Distributed stream processing framework Apache Samza has hit version 1.5 with a simplified job submission workflow to cover more security requirements, and a way to move containers without having to restart an application.
The latter is realised by a new Container Placements API and was motivated by the problem that moving containers between hosts to improve performance always called for a restart of the affected job, while also influencing other jobs on the hot host. The APIs are meant to mitigate those issues and offer ways to restart containers with the same host preferences or selectively spin up standby for one or a subset of containers.
From an implementational point of view, the Container Placement system is largely divided into a handling and a service unit. While the handler fetches a container placement control action from the control plane, queues it up and dispatches requests on containers of a job with policy, the placement service reacts to those actions and works with the cluster manager to execute them.
The second big change of the release, the reworked job runner, had become necessary because the old implementation had made the debugging of pipelines tricky. This was mainly due to the fact that failures could be caused in multiple places that all had to be checked if something went wrong. The job runner also required some level of isolation to keep the system safe, because planning invoked user code which could cause trouble if malicious.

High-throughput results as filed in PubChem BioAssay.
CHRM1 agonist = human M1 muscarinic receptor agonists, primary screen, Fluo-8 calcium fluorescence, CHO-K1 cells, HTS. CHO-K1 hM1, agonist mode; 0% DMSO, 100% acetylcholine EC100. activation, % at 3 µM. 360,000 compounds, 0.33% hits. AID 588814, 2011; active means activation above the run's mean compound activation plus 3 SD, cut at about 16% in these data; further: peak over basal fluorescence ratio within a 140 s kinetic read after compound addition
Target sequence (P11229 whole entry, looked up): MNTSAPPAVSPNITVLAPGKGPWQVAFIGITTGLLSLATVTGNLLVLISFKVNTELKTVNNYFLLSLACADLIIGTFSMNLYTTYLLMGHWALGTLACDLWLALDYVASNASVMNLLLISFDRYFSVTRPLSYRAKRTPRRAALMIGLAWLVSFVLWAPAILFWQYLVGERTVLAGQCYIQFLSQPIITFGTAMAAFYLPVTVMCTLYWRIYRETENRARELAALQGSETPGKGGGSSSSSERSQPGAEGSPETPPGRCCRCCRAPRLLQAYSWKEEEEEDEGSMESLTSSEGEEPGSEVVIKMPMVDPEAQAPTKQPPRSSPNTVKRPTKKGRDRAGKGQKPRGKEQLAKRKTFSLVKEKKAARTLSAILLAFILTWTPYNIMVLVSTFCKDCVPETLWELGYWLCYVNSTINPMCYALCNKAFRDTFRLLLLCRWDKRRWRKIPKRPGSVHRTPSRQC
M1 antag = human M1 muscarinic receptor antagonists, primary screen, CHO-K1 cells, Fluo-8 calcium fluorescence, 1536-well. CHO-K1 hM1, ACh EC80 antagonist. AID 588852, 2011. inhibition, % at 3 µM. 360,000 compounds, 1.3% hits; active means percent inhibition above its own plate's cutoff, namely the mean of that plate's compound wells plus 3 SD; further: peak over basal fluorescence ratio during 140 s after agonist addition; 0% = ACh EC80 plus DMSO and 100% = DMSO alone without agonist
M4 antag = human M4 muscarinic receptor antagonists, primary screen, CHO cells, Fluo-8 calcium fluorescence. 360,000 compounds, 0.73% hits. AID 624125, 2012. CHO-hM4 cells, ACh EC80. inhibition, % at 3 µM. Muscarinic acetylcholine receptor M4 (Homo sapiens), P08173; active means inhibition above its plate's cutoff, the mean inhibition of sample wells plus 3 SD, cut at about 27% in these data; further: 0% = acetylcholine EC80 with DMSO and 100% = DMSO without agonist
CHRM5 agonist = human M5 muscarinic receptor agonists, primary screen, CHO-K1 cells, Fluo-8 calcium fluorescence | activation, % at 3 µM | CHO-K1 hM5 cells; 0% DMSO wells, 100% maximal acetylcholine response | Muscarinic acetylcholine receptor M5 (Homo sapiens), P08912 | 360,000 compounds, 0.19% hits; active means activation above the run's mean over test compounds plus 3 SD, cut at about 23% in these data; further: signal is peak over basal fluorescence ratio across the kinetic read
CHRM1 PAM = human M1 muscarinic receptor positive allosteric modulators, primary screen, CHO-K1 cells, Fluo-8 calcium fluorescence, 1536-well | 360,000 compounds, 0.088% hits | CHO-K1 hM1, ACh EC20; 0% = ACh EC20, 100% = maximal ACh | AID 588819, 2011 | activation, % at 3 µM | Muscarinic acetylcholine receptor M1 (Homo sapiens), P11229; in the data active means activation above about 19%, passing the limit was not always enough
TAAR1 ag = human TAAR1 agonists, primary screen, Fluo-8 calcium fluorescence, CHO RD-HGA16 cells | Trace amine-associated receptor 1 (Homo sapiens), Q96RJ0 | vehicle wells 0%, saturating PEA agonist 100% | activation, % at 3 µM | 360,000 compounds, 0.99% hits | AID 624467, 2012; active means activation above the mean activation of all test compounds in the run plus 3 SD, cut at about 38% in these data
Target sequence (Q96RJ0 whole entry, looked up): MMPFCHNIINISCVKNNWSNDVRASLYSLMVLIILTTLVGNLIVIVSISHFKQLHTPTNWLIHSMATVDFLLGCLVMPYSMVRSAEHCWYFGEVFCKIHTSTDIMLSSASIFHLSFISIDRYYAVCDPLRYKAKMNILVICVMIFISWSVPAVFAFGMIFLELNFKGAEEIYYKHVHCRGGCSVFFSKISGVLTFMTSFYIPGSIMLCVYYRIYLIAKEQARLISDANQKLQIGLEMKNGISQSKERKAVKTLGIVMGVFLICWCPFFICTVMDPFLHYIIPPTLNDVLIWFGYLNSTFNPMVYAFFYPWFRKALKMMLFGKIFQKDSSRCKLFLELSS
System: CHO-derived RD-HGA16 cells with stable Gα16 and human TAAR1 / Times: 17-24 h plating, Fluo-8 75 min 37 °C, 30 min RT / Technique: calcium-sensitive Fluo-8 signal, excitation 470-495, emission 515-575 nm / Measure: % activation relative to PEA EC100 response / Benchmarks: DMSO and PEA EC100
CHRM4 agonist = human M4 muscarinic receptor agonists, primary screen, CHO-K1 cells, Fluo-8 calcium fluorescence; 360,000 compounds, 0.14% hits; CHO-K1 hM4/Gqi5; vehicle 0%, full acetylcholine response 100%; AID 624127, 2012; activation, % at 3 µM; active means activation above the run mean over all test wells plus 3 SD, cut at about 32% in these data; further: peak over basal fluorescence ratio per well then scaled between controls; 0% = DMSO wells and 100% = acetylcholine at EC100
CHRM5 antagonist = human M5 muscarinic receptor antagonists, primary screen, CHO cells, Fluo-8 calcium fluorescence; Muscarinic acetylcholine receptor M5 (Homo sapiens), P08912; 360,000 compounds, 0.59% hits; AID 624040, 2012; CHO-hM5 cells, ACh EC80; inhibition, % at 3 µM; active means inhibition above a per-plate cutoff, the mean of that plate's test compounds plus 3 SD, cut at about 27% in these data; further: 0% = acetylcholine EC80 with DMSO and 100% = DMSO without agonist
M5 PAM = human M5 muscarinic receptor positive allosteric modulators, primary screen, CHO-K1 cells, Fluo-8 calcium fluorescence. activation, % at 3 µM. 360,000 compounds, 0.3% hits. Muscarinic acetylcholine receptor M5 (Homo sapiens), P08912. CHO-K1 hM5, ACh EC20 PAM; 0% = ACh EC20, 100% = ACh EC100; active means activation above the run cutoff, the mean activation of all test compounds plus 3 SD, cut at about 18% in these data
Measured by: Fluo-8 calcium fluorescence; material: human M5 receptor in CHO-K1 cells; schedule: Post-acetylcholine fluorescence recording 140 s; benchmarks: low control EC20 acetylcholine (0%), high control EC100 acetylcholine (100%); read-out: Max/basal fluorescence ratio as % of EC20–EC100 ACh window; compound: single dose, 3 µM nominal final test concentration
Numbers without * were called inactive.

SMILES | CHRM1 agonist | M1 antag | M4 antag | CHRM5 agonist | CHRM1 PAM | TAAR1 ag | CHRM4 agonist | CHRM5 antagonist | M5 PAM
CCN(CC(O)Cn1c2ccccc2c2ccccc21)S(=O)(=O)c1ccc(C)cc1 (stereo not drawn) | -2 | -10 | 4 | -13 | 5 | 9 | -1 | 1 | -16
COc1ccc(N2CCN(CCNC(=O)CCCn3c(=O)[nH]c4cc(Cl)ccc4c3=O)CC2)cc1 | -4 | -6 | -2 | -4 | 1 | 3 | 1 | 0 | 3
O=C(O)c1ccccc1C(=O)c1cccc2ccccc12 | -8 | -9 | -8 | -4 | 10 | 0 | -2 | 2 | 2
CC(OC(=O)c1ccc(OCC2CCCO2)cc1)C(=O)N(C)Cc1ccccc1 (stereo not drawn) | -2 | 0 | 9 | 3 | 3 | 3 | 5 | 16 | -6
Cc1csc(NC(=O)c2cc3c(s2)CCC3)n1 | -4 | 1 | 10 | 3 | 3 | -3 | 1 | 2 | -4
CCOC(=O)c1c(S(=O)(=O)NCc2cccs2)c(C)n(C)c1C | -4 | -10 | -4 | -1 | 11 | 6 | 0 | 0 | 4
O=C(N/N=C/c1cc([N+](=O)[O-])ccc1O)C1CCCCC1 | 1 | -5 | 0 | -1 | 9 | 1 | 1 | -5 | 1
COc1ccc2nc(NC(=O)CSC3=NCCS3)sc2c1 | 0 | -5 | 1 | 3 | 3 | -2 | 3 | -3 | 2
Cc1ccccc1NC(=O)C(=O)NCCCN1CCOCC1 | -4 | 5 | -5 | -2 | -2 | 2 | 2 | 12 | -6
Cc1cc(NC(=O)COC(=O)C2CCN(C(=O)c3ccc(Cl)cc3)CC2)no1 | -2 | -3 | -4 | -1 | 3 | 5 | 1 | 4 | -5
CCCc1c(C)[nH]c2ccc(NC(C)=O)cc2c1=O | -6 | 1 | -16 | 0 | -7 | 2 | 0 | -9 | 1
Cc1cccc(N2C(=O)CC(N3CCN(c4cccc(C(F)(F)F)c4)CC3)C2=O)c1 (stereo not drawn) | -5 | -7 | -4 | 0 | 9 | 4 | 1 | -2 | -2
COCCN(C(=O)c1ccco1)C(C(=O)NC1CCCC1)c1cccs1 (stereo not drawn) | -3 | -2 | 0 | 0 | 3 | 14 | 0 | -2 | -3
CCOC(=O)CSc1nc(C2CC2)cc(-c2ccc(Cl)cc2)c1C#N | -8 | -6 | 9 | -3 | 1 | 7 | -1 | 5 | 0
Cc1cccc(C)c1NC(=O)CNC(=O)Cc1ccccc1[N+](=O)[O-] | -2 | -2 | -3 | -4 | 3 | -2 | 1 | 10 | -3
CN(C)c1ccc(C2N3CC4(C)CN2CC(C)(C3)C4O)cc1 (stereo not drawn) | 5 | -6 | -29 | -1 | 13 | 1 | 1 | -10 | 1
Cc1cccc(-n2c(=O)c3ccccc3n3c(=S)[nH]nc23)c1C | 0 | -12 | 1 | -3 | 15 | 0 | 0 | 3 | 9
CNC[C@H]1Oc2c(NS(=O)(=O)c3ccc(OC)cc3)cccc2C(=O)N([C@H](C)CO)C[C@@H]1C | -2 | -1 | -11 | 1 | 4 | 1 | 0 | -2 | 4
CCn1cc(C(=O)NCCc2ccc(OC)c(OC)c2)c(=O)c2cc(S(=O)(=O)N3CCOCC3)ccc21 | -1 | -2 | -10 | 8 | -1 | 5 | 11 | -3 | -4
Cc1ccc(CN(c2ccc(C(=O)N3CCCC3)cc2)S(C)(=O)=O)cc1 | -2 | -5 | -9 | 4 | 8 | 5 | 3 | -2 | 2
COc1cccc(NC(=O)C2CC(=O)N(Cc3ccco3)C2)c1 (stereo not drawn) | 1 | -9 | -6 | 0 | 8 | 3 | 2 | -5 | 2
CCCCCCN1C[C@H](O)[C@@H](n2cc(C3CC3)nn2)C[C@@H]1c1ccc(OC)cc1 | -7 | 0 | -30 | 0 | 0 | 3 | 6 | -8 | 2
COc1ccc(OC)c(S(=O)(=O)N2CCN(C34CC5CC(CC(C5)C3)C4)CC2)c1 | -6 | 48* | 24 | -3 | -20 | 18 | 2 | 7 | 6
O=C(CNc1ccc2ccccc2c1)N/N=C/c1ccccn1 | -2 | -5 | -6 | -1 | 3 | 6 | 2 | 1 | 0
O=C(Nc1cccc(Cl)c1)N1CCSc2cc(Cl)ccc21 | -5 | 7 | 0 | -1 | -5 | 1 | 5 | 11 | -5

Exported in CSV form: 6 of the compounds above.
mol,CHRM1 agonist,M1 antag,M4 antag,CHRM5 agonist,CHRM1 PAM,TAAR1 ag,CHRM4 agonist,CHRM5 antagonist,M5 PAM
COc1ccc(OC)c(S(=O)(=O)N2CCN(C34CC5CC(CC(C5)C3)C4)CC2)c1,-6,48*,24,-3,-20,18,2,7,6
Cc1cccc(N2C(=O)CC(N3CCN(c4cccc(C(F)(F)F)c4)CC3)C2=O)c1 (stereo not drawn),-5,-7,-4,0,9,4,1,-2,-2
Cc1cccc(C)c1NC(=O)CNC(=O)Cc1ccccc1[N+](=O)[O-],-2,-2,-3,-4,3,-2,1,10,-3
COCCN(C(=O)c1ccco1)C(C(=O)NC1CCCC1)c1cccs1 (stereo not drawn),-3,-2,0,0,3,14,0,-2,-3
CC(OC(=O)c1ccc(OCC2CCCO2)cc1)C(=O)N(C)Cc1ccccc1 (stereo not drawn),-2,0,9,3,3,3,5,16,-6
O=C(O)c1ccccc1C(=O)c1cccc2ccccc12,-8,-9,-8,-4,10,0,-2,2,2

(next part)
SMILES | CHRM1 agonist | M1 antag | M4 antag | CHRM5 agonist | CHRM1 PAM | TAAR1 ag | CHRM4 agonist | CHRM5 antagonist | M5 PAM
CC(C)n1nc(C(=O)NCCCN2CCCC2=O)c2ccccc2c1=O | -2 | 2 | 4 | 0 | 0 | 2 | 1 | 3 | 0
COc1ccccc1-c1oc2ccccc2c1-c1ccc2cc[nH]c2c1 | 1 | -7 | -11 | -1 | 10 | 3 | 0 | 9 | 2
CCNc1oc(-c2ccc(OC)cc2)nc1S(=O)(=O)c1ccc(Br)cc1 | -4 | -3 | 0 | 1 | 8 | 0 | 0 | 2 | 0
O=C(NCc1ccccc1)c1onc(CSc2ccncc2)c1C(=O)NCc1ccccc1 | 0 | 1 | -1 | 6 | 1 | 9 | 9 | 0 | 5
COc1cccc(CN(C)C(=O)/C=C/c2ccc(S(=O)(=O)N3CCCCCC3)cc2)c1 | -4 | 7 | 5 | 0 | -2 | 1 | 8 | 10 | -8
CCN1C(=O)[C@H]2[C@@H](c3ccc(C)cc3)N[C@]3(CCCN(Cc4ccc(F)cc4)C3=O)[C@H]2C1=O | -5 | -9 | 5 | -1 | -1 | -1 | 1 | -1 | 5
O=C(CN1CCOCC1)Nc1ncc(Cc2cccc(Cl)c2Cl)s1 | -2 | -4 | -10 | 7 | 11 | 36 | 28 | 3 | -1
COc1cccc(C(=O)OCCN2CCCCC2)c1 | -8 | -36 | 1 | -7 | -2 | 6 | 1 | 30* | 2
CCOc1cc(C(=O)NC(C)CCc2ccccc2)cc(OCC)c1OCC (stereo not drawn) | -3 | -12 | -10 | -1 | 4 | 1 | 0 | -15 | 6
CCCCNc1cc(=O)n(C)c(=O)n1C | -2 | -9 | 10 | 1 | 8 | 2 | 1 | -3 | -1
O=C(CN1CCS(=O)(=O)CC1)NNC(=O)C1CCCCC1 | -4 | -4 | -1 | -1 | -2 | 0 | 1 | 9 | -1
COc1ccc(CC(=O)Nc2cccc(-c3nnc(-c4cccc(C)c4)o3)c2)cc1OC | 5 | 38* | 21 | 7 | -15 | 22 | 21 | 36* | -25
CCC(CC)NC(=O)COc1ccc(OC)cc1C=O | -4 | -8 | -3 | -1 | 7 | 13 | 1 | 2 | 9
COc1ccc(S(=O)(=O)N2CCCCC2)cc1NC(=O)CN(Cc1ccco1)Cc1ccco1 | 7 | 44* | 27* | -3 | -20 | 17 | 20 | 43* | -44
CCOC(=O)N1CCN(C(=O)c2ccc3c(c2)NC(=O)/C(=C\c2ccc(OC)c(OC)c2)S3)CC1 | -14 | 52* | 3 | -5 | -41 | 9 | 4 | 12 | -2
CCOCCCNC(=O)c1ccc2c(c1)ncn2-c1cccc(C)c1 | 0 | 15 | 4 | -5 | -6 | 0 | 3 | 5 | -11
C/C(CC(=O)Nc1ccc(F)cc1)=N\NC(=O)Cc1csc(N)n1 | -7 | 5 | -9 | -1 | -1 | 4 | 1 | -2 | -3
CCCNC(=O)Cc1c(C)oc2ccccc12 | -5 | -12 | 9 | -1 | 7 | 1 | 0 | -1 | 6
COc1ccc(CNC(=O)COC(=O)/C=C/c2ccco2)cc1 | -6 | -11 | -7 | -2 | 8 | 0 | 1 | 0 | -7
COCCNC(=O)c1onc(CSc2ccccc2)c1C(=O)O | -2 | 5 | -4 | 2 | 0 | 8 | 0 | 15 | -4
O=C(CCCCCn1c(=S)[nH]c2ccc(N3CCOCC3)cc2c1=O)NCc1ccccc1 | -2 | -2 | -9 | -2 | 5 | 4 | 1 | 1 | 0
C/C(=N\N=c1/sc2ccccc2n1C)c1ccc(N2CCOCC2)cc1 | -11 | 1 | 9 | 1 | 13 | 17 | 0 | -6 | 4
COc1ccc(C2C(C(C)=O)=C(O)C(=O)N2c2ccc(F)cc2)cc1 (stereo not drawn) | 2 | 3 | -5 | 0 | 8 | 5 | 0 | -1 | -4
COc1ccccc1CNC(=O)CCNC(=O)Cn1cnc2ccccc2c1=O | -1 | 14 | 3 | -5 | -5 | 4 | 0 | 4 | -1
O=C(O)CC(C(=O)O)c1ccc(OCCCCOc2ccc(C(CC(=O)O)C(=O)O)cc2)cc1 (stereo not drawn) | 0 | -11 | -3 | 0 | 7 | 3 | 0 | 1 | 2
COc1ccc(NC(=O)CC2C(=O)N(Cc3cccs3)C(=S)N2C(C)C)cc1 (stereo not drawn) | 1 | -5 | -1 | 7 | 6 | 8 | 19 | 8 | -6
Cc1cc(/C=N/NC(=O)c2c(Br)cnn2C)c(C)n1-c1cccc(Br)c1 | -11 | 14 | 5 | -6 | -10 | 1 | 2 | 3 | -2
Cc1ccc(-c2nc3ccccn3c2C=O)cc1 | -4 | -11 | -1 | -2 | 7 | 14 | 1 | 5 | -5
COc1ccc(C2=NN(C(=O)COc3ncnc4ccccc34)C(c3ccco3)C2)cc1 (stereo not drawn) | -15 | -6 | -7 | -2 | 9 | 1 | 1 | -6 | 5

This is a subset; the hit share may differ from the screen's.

In its new form, the job runner doesn’t split responsibilities with the application master anymore, but simply submits a Samza job to the Samza Yarn component. Configurations necessary to submit jobs, fetch their configs, or override others have to be supplied via –config now, since the runner won’t read those from local files anymore.
Though the new behaviour is said to be consistent with other tools in the space, such as Apache Flink and Apache Spark, it’s something Samza users will have to get used to first. And for those looking to profit from other improvements there’s no way around it really, since the change is backward incompatible, and ConfigRunner has been deprecated with the release. Tips on how to make the switch can be found in the release announcement.
Other than that, Samza 1.5 comes with support for duplicate timer registration, and new metrics for tracking the size of a container thread pool or the key and value of records written to a RocksDB store. A number of bug fixes is supposed to add thread safety for Kafka consumers, and iron out some kinks linked to container shutdowns.